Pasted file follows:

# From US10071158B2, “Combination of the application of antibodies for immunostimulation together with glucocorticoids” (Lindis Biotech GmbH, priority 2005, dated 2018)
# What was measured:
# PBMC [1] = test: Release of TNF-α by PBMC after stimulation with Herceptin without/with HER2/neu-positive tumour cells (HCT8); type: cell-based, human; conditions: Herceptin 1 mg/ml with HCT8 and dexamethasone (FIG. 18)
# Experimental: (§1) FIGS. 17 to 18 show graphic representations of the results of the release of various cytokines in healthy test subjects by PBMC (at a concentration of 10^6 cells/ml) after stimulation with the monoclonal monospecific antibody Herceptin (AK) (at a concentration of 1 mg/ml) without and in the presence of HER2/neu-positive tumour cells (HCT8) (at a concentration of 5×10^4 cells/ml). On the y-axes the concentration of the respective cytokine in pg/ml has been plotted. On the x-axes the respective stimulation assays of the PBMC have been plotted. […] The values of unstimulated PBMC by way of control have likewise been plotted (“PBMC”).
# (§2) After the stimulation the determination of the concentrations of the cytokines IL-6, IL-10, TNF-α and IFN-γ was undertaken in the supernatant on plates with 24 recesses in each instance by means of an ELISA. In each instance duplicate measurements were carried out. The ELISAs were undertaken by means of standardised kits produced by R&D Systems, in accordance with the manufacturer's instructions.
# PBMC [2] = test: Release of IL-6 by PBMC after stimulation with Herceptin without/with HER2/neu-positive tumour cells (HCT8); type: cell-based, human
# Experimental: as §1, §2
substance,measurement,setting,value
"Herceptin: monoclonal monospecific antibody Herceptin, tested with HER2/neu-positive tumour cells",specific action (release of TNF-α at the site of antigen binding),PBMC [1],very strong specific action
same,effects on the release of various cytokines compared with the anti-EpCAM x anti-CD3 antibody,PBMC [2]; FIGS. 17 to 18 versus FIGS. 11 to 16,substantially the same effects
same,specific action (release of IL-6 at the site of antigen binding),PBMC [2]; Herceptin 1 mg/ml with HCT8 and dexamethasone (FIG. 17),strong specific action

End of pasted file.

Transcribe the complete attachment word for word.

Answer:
# From US10071158B2, “Combination of the application of antibodies for immunostimulation together with glucocorticoids” (Lindis Biotech GmbH, priority 2005, dated 2018)
# What was measured:
# PBMC [1] = test: Release of TNF-α by PBMC after stimulation with Herceptin without/with HER2/neu-positive tumour cells (HCT8); type: cell-based, human; conditions: Herceptin 1 mg/ml with HCT8 and dexamethasone (FIG. 18)
# Experimental: (§1) FIGS. 17 to 18 show graphic representations of the results of the release of various cytokines in healthy test subjects by PBMC (at a concentration of 10^6 cells/ml) after stimulation with the monoclonal monospecific antibody Herceptin (AK) (at a concentration of 1 mg/ml) without and in the presence of HER2/neu-positive tumour cells (HCT8) (at a concentration of 5×10^4 cells/ml). On the y-axes the concentration of the respective cytokine in pg/ml has been plotted. On the x-axes the respective stimulation assays of the PBMC have been plotted. […] The values of unstimulated PBMC by way of control have likewise been plotted (“PBMC”).
# (§2) After the stimulation the determination of the concentrations of the cytokines IL-6, IL-10, TNF-α and IFN-γ was undertaken in the supernatant on plates with 24 recesses in each instance by means of an ELISA. In each instance duplicate measurements were carried out. The ELISAs were undertaken by means of standardised kits produced by R&D Systems, in accordance with the manufacturer's instructions.
# PBMC [2] = test: Release of IL-6 by PBMC after stimulation with Herceptin without/with HER2/neu-positive tumour cells (HCT8); type: cell-based, human
# Experimental: as §1, §2
substance,measurement,setting,value
"Herceptin: monoclonal monospecific antibody Herceptin, tested with HER2/neu-positive tumour cells",specific action (release of TNF-α at the site of antigen binding),PBMC [1],very strong specific action
same,effects on the release of various cytokines compared with the anti-EpCAM x anti-CD3 antibody,PBMC [2]; FIGS. 17 to 18 versus FIGS. 11 to 16,substantially the same effects
same,specific action (release of IL-6 at the site of antigen binding),PBMC [2]; Herceptin 1 mg/ml with HCT8 and dexamethasone (FIG. 17),strong specific action